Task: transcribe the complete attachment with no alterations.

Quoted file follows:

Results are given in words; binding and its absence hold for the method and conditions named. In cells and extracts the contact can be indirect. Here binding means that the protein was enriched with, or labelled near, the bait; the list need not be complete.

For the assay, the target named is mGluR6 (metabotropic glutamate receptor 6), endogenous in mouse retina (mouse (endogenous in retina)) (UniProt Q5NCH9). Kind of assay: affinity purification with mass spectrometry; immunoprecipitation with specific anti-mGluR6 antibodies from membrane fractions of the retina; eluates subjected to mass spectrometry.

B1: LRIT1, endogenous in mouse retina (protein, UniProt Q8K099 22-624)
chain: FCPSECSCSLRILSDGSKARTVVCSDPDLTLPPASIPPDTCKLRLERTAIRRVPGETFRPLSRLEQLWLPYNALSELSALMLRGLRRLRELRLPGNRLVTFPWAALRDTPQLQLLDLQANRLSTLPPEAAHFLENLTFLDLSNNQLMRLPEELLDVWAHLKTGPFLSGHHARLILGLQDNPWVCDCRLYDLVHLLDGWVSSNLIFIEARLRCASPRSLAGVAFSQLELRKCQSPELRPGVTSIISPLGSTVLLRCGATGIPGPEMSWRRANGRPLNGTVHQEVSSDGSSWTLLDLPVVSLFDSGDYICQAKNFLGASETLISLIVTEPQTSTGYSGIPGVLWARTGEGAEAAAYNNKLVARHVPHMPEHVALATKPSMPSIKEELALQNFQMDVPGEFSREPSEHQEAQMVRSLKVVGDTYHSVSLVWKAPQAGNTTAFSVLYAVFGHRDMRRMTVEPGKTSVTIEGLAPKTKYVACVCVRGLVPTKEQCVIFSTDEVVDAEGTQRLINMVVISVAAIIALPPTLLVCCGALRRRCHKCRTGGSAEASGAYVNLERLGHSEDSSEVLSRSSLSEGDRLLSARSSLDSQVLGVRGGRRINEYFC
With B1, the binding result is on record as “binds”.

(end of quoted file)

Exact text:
Results are given in words; binding and its absence hold for the method and conditions named. In cells and extracts the contact can be indirect. Here binding means that the protein was enriched with, or labelled near, the bait; the list need not be complete.

For the assay, the target named is mGluR6 (metabotropic glutamate receptor 6), endogenous in mouse retina (mouse (endogenous in retina)) (UniProt Q5NCH9). Kind of assay: affinity purification with mass spectrometry; immunoprecipitation with specific anti-mGluR6 antibodies from membrane fractions of the retina; eluates subjected to mass spectrometry.

B1: LRIT1, endogenous in mouse retina (protein, UniProt Q8K099 22-624)
chain: FCPSECSCSLRILSDGSKARTVVCSDPDLTLPPASIPPDTCKLRLERTAIRRVPGETFRPLSRLEQLWLPYNALSELSALMLRGLRRLRELRLPGNRLVTFPWAALRDTPQLQLLDLQANRLSTLPPEAAHFLENLTFLDLSNNQLMRLPEELLDVWAHLKTGPFLSGHHARLILGLQDNPWVCDCRLYDLVHLLDGWVSSNLIFIEARLRCASPRSLAGVAFSQLELRKCQSPELRPGVTSIISPLGSTVLLRCGATGIPGPEMSWRRANGRPLNGTVHQEVSSDGSSWTLLDLPVVSLFDSGDYICQAKNFLGASETLISLIVTEPQTSTGYSGIPGVLWARTGEGAEAAAYNNKLVARHVPHMPEHVALATKPSMPSIKEELALQNFQMDVPGEFSREPSEHQEAQMVRSLKVVGDTYHSVSLVWKAPQAGNTTAFSVLYAVFGHRDMRRMTVEPGKTSVTIEGLAPKTKYVACVCVRGLVPTKEQCVIFSTDEVVDAEGTQRLINMVVISVAAIIALPPTLLVCCGALRRRCHKCRTGGSAEASGAYVNLERLGHSEDSSEVLSRSSLSEGDRLLSARSSLDSQVLGVRGGRRINEYFC
With B1, the binding result is on record as “binds”.